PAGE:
Sky Cowans is a senior broadcast journalism major. She is currently an evening news anchor for ELN. Originally from Beverly, Massachusetts, Sky is passionate about health and fitness. She is also a group exercise instructor for Elon Campus Recreation and enjoys teaching power yoga. Last fall, Sky lived in Copenhagen Denmark for four months where she studied cross-cultural communications. She also serves as a Global Ambassador for Elon. Sky hopes to pursue a career in either broadcast news or health and wellness journalism.

10 Responses to Health Watch: The benefits and drawbacks of a vegan diet

  1. avatar

    True, there is no such thing as a protein deficiency in the western world. An orange has 8% protein. Of course, it has very little calories and that’s the point - it is CALORIES that count. And it is very hard to be calorie deficient in the western world - which is why protein deficiency is only found in rare cases where people starve themselves of CALORIES due to eating disorders.

  2. avatar
    Jim Savarese

    There are no disadvantages to a starch based whole food plant based diet. drmcdougall.com There is no need for protein supplements or any other supplement aside from B-12. Base your meals on starch (potatoes, rice, corn, pasta, whole grain breads), add some fruits and vegetables and eliminate animal products and oils

  3. avatar

    I’ve been vegan for 25 years. I have low blood pressure, low cholesterol, no osteoporosis, no vitamin deficiencies. It’s not rocket science-just eat a variety of healthy foods. That’s what everyone should do, vegan or not.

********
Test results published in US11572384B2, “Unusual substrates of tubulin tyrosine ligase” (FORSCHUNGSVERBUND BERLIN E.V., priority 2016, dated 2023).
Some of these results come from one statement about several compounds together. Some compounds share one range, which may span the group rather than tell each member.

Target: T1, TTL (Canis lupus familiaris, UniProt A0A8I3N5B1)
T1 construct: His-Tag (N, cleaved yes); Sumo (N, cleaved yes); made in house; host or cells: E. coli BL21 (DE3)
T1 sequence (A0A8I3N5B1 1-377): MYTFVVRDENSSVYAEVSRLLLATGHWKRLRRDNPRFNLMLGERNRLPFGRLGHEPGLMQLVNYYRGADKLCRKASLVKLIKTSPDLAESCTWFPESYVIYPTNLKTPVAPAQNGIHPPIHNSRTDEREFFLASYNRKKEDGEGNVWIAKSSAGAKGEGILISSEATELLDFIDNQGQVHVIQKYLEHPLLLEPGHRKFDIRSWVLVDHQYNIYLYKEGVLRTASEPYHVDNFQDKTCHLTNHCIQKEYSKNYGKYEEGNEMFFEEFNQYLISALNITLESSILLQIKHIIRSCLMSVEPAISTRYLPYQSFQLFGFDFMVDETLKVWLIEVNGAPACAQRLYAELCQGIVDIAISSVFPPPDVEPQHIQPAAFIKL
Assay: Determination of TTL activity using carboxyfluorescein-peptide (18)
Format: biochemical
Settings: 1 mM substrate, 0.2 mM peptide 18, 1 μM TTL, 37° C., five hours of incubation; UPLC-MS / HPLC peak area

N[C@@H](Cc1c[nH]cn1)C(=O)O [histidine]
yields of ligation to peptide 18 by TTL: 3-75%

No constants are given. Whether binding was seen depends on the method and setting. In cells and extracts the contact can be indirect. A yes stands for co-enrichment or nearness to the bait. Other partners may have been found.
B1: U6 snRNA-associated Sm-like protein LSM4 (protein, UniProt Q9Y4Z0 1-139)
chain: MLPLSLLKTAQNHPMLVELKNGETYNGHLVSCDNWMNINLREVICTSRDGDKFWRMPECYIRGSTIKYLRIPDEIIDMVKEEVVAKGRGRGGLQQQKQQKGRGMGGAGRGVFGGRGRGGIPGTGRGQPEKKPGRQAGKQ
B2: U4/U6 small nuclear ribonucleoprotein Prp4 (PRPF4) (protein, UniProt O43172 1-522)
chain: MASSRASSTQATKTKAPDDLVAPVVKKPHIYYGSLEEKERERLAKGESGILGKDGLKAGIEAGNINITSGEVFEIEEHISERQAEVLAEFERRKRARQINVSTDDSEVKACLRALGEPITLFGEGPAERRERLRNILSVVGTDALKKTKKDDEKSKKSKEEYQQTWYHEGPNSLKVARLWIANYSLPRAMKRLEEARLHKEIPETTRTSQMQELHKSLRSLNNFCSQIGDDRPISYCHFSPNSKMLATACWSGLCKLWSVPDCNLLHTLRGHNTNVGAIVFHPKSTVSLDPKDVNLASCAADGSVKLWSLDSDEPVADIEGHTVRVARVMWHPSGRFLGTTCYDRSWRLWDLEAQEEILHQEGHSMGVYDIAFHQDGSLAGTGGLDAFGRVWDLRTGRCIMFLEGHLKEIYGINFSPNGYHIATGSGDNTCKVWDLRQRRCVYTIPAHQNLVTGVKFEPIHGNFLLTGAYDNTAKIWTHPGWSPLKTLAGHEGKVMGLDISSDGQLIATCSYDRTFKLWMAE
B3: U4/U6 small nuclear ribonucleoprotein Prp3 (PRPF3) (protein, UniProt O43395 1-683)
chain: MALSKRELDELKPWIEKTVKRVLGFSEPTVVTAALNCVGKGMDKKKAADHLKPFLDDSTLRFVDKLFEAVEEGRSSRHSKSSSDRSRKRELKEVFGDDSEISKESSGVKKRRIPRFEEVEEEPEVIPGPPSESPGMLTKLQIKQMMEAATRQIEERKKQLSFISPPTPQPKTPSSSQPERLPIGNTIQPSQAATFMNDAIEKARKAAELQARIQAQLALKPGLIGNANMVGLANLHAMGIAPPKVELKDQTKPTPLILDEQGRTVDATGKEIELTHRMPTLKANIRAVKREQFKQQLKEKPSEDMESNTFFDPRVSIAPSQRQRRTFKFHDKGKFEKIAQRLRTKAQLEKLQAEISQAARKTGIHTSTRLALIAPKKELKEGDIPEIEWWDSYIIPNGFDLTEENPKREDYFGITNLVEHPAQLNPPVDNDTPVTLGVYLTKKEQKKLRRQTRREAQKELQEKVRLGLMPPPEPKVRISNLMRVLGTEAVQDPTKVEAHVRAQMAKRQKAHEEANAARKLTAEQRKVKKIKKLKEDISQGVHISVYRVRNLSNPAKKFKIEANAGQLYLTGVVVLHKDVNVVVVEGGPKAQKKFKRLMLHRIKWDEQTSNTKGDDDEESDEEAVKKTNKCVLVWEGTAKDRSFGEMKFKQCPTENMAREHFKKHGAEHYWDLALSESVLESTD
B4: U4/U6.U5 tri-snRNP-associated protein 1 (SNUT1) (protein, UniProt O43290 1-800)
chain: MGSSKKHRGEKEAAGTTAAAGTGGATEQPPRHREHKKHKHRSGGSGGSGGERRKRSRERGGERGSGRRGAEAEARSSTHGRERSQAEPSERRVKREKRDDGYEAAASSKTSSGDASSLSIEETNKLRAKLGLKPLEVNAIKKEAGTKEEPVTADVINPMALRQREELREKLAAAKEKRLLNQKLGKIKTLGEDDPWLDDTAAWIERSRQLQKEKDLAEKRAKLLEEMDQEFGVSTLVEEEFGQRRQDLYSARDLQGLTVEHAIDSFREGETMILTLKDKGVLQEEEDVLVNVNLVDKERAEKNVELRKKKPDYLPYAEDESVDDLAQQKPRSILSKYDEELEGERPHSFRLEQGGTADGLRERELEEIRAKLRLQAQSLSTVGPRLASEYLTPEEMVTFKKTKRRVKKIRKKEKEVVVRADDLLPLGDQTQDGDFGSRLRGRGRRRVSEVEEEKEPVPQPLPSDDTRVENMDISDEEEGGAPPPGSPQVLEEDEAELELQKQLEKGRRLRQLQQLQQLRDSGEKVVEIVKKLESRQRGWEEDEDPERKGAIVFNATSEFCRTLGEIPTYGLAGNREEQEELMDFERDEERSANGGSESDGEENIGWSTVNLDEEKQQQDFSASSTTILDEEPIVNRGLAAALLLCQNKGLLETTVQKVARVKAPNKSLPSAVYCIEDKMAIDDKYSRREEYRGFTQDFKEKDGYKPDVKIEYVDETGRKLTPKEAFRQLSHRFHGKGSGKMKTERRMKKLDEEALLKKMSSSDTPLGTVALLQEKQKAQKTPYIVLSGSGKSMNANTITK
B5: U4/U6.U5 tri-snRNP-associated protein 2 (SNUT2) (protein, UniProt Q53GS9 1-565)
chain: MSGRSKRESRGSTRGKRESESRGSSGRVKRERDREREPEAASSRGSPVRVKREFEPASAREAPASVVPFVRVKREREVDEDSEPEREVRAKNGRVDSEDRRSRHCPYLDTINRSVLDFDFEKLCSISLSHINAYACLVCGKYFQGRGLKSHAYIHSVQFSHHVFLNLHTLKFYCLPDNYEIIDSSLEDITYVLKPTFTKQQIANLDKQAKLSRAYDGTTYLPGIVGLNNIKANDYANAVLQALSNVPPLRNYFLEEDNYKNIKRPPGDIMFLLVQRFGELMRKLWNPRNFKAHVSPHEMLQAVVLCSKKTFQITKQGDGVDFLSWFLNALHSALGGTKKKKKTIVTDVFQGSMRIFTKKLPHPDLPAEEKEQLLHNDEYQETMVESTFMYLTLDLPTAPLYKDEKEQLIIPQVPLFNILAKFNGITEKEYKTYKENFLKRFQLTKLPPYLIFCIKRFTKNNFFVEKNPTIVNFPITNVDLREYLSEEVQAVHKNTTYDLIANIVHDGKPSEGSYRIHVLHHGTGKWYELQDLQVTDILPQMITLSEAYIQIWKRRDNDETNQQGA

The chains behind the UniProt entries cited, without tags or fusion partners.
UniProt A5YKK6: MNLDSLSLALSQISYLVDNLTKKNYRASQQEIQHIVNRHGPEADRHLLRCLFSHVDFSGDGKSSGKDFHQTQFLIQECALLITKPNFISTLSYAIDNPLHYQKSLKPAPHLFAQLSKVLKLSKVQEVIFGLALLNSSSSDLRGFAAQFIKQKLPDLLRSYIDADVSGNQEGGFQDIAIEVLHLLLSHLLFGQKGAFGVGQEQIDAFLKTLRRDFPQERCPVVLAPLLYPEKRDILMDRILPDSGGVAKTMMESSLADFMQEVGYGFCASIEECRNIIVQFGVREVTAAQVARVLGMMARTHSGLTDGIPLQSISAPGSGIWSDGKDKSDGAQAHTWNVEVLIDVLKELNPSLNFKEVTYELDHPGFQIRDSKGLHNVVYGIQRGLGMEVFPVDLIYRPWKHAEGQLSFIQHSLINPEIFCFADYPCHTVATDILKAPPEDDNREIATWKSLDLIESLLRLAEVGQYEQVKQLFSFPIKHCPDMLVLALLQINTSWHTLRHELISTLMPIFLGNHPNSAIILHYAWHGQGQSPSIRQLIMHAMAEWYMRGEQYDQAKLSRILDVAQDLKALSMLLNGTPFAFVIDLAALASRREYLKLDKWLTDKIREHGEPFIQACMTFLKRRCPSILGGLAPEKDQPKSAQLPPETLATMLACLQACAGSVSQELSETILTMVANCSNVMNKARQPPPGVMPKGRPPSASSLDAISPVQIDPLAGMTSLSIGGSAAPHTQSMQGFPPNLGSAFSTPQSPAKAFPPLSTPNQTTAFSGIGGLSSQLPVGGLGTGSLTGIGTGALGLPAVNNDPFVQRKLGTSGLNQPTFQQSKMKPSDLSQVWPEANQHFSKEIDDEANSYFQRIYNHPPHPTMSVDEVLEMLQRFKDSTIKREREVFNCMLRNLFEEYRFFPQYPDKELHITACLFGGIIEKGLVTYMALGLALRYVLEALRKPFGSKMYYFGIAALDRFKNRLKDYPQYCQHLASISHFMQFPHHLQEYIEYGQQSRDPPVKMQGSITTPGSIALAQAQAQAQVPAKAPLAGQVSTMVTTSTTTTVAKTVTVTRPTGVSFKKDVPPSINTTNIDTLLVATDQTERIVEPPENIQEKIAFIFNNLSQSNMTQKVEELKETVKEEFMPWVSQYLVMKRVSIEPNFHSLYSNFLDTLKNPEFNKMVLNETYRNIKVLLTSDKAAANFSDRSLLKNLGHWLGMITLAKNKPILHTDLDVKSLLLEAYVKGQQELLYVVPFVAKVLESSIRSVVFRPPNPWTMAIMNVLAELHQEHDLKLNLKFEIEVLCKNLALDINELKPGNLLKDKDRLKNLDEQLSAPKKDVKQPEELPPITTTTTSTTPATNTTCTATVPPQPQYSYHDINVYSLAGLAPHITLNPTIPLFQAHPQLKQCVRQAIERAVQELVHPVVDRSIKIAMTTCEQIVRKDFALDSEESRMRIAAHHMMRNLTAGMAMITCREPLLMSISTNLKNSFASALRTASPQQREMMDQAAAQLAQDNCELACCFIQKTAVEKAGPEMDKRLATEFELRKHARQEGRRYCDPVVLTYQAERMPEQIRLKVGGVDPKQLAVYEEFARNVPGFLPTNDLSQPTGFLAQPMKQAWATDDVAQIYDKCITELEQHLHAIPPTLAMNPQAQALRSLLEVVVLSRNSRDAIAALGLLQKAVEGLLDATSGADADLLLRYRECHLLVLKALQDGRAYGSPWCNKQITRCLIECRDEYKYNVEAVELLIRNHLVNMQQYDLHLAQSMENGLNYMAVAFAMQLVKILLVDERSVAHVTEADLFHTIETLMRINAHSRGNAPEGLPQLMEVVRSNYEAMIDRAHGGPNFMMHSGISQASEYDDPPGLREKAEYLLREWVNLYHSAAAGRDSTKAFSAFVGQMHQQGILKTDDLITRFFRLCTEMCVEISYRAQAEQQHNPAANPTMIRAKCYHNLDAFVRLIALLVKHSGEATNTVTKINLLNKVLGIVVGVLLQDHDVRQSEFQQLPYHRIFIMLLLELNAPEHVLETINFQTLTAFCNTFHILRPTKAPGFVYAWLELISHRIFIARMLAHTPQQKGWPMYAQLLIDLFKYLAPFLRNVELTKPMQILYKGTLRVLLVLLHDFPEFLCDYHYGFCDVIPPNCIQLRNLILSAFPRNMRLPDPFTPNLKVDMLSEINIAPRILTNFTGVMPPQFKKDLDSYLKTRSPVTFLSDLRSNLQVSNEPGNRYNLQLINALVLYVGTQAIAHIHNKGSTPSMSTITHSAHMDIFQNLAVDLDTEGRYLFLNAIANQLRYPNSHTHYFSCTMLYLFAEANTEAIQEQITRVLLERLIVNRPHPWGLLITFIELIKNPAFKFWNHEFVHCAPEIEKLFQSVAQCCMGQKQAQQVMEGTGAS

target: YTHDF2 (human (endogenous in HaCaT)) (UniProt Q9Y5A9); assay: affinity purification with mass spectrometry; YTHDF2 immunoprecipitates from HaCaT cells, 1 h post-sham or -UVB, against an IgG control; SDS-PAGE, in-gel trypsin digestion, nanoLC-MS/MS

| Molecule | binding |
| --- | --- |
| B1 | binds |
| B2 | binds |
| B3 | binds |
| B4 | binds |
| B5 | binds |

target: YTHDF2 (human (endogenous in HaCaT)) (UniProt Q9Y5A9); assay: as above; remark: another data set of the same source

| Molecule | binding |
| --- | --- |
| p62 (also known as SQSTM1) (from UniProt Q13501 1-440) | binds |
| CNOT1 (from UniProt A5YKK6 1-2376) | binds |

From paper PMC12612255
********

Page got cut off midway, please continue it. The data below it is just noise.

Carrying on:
4. avatar
    David Ulrich

    While it is true that an unbalanced diet can cause nutritional deficiencies. A meat based diet by definition is an unbalanced diet. Replacing healthy plant foods with meat, deficient in everything but protein and loaded with unhealthy Fats, Cholesterol, Heim Iron, environmental toxins and acidic sulfur containing aminos, is a sure recipe for declining health. Choose a well balanced plant based diet and let the Doctor sell his pills to some other poor soul.

  5. avatar

    Like any meal, one must be mindful that it’s balanced with an array of nutrients. You do your research and learn how to give your body the best fuel it can get. Then, you reap the benefits!

  6. avatar

    I went vegan for ethical reasons, but the health benefits are great perks! I never worry about my blood pressure or cholesterol levels. I even lost weight when I went vegan. I also feel good because vegan foods require fewer resources and cause fewer greenhouse gasses. Going vegan was the best decision I ever made, -veggies, mock meats and other vegan foods taste great, too, so I don’t miss a thing.

  7. avatar

    This is an incredibly badly written, ass-backward, disorganized article. And your grammar sucks, too.

    “So again, we can now term veganism as more of a fad diet than an actual lifestyle.”

    You total idiot, it’s the other way around.

    I’m not going to waste more time on this. You’re majoring in this work, consider putting people out of their misery and choose massage therapy or something.

  8. avatar
    Andy Taylor

    I’ve always found losing weight to be something of a struggle. I decided a few years ago that I wanted to make a positive change in my life to get healthier and slim down, so I started trying every weight loss program I could find. I’ve found a few that work and plenty that don’t, but I’ve reviewed the best one here if you’re interested: http://www.fatweightlossreviews.com/weight-loss/reviewing-the-fat-loss-factor-weight-loss-program/

  9. avatar

    Totally follow this as every diet has it’s pros and cons.

  10. avatar
    Paul Deeb

    You don’t need to worry about protein as a vegan. It’s in everything even white rice. There is on such thing as a protein deficiency.